Why ONGC says Vedanta Cairn’t PDF Print E-mail
Wednesday, 06 April 2011 00:00
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 Much of the confusion over the Cairn-ONGC dispute, to be decided by the Cabinet today, results from the two seemingly parallel strands to the issue. The first begins in the mid-90s, when the government invited oil firms like Cairn, gave them a 60-70% stake in JVs with PSU oil firms ONGC/OIL, who were to pay the royalty on oil produced. When ONGC protested, a Group of Ministers (GoM) was formed and, in 1997, it said the government must make good on the losses ONGC/OIL suffered—a year later, a Committee of Secretaries said much the same thing, but no decision has been taken so far!


Two, there’s a commercial dispute between ONGC and Cairn, for a year now, on whether the royalties paid by ONGC can be treated as expenses or not. Both cite the same production sharing contract between them to say the exact opposite!

Let’s assume Cairn-ONGC produce R100 worth of oil and incurs R30 of expenses while doing so; that they give 30% of profits to the government, and 30% of what’s left goes to ONGC, the rest to Cairn. That’s Part A of the graphic. So, of the R100 of sales, R70 is the profit; R49 stays with Cairn-ONGC and R21 goes to the government. Since Cairn-ONGC share the profits 70:30, R34.3 goes to Cairn and R14.7 goes to ONGC—this is called profit-oil.

Now, both firms must get what they spent on exploration (only Cairn did this), on production (Cairn spent 70% and ONGC 30%) and on the cess paid to the central government (again, in a 70:30 ratio, though Cairn is in arbitration on this, saying it should pay nothing)—this is called cost-oil.

Now let’s bring in the royalty that’s paid to the Rajasthan government on the oil produced, at a rate of 16.6% of the value of the oil. Move to Part B of the graphic, and assume, to keep it simple, the royalty is R20 (it’s actually R16.6). In the example, the expenses will rise to R50 and profits will fall to R50. Cairn-ONGC will then get to keep R35 of the profit and the government will get R15. Cairn, in turn, gets R24.5 of this and ONGC R10.5 in terms of profit-oil.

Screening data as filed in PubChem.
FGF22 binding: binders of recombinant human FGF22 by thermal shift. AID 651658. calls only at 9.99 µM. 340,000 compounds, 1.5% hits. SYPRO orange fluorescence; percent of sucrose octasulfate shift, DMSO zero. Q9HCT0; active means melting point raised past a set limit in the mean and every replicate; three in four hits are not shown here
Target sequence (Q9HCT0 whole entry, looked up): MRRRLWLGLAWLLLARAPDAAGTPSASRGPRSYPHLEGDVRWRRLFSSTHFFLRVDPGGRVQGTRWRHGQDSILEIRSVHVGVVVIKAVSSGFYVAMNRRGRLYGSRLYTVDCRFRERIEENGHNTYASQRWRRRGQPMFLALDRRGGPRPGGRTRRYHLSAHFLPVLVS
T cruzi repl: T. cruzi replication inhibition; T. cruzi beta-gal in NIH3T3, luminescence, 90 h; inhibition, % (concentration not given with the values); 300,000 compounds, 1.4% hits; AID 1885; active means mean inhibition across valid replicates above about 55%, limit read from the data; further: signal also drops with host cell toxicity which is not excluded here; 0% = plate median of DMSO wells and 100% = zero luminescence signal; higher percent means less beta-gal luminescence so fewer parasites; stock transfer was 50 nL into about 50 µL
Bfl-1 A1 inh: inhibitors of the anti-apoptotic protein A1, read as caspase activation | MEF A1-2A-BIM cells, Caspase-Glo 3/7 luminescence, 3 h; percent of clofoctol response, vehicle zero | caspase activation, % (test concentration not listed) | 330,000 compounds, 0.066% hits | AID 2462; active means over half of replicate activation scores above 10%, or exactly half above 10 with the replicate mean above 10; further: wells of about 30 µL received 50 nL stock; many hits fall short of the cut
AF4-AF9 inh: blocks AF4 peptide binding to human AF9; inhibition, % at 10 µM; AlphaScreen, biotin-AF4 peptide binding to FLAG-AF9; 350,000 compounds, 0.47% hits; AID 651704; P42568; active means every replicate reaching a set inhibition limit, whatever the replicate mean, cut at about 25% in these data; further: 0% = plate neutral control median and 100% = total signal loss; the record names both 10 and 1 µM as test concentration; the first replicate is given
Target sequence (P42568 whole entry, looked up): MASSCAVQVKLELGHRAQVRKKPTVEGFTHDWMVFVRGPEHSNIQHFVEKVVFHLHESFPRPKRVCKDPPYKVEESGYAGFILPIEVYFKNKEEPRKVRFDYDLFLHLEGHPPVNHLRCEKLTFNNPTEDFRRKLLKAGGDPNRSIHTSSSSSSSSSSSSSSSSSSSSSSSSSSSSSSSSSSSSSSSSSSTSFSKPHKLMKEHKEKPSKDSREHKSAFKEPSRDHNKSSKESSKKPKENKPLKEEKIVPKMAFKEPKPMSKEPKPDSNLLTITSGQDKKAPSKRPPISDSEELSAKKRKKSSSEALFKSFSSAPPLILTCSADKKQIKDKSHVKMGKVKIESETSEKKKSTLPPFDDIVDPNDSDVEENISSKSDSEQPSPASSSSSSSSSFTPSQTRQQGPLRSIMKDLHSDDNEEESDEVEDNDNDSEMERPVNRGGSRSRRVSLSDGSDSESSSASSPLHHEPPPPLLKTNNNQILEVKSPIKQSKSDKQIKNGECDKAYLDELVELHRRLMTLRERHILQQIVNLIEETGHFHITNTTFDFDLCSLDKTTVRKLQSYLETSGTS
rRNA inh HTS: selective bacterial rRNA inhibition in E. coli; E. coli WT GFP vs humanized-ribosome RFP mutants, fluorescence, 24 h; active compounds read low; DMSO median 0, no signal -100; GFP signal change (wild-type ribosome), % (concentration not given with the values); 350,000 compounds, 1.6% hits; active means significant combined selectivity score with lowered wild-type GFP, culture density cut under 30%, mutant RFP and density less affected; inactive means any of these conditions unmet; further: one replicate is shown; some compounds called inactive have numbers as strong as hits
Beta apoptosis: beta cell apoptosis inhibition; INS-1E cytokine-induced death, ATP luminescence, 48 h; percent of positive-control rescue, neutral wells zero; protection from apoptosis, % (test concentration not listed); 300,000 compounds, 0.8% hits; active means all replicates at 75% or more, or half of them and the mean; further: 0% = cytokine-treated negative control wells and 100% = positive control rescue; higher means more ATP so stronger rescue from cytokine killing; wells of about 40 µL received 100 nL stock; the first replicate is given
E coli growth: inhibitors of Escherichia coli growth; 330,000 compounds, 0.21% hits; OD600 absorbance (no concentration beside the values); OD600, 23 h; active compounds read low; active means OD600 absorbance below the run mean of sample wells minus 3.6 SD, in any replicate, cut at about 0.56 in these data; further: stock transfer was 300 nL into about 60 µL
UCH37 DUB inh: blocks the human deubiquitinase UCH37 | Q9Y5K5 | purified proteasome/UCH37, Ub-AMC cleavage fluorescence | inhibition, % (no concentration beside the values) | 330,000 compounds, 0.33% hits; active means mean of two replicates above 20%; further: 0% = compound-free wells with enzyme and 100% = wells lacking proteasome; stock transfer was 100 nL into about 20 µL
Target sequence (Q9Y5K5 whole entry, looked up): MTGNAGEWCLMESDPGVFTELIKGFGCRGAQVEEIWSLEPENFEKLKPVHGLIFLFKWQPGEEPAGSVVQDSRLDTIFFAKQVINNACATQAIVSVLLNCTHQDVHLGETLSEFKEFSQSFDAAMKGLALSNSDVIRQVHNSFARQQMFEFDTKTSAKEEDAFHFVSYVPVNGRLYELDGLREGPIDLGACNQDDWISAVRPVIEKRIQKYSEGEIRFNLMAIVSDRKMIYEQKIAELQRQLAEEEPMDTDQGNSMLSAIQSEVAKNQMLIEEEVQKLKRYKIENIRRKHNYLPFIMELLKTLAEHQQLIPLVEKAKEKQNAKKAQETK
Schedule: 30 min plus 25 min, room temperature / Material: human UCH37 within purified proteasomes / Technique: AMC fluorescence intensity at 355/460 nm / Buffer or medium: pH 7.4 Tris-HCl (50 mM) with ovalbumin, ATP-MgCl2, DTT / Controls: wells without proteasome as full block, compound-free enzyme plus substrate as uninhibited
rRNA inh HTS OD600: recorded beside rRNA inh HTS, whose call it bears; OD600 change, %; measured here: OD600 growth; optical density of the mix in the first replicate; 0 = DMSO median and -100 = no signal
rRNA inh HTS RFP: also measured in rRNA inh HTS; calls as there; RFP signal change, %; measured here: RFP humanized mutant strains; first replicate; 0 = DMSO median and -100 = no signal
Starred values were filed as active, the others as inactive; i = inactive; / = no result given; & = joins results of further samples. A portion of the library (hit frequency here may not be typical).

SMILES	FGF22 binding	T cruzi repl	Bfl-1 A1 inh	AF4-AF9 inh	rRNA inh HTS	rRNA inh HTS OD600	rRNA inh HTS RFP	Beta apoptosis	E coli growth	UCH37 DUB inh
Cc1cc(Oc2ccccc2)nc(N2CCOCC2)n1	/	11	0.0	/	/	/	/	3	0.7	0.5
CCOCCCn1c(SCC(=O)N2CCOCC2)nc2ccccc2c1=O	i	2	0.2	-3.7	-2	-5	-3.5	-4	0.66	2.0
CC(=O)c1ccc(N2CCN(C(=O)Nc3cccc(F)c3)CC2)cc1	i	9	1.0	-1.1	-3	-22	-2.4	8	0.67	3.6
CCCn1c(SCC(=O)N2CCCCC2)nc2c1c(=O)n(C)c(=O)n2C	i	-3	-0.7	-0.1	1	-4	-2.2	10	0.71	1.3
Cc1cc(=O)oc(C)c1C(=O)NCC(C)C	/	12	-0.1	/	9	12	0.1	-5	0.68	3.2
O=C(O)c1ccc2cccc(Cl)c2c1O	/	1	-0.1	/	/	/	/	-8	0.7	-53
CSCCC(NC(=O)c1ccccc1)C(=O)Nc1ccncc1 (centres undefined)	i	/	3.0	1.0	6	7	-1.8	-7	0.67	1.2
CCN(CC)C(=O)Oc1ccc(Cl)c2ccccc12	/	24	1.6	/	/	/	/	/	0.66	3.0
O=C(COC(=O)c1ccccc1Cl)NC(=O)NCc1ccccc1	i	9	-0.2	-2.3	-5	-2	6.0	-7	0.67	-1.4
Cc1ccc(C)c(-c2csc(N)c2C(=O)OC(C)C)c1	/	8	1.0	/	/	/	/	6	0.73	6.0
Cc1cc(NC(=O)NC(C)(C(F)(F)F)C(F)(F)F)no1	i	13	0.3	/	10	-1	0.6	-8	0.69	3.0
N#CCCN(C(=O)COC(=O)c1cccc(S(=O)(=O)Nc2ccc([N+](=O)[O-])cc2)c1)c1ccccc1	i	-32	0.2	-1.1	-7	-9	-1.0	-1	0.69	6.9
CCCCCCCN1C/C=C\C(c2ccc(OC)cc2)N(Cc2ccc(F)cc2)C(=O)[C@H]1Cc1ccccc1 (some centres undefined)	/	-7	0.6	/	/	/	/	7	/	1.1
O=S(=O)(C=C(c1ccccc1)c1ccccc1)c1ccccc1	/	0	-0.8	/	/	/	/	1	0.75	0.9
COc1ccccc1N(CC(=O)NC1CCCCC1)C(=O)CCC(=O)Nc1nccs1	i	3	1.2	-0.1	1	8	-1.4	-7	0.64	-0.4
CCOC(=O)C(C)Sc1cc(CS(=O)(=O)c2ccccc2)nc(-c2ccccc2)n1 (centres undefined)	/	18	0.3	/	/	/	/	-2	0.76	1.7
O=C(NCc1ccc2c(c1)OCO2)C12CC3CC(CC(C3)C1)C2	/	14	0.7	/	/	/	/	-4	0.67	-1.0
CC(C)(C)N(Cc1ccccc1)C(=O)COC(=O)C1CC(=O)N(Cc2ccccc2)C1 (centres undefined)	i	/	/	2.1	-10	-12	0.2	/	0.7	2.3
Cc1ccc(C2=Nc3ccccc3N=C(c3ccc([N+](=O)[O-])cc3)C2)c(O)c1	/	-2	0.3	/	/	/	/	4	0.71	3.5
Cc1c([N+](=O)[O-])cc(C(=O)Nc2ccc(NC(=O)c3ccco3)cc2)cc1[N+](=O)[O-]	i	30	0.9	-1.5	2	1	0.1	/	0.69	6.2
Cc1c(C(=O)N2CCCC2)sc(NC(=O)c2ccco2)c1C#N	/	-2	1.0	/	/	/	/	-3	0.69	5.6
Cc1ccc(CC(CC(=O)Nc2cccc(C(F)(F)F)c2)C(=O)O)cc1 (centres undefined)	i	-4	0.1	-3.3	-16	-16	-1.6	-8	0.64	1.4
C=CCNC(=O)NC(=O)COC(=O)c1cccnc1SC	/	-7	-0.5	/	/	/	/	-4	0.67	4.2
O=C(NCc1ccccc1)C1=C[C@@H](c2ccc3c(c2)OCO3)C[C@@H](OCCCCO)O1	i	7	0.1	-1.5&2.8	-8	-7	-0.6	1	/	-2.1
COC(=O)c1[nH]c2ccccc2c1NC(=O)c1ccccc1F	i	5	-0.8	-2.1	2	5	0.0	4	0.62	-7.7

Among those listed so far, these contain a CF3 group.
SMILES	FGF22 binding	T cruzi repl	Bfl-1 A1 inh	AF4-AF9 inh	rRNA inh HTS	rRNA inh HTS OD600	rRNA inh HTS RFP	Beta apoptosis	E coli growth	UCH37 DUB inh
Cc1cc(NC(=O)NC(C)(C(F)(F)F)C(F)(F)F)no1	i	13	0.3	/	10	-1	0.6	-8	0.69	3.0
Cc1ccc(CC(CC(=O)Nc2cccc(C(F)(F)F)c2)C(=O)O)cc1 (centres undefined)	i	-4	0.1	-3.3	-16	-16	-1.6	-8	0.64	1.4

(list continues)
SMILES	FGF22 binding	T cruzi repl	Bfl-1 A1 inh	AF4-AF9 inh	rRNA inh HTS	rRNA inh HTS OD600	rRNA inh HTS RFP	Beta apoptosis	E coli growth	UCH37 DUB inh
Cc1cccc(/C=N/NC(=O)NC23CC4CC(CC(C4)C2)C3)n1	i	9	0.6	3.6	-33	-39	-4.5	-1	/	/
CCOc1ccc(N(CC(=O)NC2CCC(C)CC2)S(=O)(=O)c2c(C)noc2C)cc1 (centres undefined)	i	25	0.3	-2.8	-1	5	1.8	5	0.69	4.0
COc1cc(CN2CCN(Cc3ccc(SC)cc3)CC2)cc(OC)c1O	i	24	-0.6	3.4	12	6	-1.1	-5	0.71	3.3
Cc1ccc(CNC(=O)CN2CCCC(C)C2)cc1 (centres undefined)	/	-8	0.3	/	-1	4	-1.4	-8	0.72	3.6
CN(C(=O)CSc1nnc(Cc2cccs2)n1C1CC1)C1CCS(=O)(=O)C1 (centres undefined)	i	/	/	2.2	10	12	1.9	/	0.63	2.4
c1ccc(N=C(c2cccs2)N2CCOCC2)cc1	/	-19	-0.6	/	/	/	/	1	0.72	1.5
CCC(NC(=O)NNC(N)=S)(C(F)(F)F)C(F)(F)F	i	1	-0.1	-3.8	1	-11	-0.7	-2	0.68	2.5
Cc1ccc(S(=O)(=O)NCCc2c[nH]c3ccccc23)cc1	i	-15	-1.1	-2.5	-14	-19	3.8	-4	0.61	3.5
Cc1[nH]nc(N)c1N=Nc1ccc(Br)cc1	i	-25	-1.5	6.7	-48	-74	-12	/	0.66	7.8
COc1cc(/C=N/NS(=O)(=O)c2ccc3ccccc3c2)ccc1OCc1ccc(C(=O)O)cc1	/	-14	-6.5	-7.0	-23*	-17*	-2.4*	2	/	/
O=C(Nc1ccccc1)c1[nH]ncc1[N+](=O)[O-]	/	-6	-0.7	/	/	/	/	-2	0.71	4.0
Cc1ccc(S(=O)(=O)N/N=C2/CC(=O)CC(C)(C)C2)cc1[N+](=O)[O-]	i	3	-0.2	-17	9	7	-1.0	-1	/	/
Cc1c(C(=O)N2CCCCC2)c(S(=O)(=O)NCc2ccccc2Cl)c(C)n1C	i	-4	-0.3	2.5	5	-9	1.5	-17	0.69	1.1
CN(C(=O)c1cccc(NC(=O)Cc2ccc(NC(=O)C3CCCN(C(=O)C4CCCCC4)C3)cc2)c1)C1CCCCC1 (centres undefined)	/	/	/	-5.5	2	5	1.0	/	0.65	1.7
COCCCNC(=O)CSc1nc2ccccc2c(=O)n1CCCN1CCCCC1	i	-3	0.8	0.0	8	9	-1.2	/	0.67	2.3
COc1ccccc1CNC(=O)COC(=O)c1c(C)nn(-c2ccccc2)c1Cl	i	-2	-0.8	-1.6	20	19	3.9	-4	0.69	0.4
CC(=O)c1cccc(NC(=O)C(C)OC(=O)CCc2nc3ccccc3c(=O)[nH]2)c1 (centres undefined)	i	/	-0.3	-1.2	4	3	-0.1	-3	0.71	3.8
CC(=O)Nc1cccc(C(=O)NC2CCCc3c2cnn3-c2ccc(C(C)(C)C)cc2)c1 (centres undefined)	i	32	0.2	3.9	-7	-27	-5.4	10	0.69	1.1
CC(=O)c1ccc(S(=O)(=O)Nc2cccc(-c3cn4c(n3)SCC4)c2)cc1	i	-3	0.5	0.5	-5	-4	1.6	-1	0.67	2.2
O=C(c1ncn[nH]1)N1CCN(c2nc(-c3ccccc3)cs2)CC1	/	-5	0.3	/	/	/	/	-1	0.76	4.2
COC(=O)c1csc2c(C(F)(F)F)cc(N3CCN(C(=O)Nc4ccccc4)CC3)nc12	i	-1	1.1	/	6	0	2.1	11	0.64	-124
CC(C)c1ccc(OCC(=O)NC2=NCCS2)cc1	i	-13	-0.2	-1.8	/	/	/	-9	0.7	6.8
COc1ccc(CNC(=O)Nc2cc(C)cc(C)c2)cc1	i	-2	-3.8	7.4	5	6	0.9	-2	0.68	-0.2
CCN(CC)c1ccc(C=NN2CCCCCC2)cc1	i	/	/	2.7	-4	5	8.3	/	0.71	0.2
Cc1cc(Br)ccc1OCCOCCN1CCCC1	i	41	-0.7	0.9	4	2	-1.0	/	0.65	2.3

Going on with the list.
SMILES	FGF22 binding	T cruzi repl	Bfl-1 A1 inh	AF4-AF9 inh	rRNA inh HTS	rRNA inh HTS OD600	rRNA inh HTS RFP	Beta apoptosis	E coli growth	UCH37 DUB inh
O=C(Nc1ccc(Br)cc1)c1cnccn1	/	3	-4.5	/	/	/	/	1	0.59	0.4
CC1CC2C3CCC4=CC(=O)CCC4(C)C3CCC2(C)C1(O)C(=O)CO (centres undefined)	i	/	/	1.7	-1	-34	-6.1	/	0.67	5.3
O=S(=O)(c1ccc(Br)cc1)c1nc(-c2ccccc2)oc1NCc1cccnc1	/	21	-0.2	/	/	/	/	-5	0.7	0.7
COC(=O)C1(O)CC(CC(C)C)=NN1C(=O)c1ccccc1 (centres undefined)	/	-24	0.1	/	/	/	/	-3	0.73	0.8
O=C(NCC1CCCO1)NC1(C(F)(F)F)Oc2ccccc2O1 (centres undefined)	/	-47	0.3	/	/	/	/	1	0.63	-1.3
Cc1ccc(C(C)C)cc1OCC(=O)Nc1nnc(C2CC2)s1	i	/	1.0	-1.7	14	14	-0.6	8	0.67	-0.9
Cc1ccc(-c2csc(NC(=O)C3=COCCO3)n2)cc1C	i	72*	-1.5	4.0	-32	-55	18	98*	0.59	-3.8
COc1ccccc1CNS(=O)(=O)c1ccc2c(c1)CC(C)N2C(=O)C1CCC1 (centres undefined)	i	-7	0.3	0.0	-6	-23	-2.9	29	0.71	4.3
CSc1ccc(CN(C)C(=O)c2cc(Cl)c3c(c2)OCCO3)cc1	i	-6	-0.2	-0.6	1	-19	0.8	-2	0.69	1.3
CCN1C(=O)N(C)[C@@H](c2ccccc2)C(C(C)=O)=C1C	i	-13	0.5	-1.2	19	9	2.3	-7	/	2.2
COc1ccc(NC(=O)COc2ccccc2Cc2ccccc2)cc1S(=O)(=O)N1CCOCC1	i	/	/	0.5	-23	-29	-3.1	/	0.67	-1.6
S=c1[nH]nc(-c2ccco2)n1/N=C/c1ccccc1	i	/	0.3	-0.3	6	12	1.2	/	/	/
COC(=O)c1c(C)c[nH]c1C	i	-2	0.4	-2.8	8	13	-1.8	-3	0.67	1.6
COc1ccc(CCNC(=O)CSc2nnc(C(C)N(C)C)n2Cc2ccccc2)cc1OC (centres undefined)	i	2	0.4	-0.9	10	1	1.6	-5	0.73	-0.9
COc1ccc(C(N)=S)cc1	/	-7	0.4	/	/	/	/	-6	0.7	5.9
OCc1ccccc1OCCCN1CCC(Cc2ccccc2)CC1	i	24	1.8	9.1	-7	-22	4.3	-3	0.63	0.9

Now add in cost-oil. As in the past, Cairn will get what it spent on exploration, both will get paid for what they spent on production and cesses, and ONGC will get paid the R20 it spent on royalties. So, in addition to exploration/production/cess payments, Cairn gets R24.5. And in addition to the production/cess payments, ONGC gets R30.5.

In the case where royalties are added in, the government gets R6 less (R21 minus R15); Cairn gets R9.8 less (R34.3 minus R24.5); and ONGC gets R15.8 more (R30.5 minus R14.7). ONGC’s still making less than it was in Part A since it is spending R20 more on royalties but earning R15.8 more (this difference is what the GoM said the government would make good).

According to ONGC, it will have to make royalty payments (it paid R828 crore on behalf of Cairn in the first nine months of 2010-11) that could add up to around R15,000 crore over the life of the Rajasthan field (on a net present value basis), depending on what oil prices are and the production from the Rajasthan field. Normally, such a dispute should have been in the arbitration courts by now, but it isn’t. The government plans to resolve this for the sake of keeping foreign investors happy. One proposal is that ONGC be told to allow the deal to go through since it would have to incur this cost anyway even if Cairn didn’t sell out to Vedanta—to the extent ONGC will go in for arbitration with Cairn, it can do this with Vedanta.

ONGC opposes this as it feels it won’t have the same leverage over Vedanta that it has over Cairn. The point then is whether the Cabinet should decide on something that is the preserve of the arbitration court. Two, if ONGC loses in the arbitration court, will the government make good its loss? Or will it argue that the GoM was not an ‘empowered’ one and so its decision wasn’t binding on the government? Either way, ONGC’s shareholders are a worried lot.


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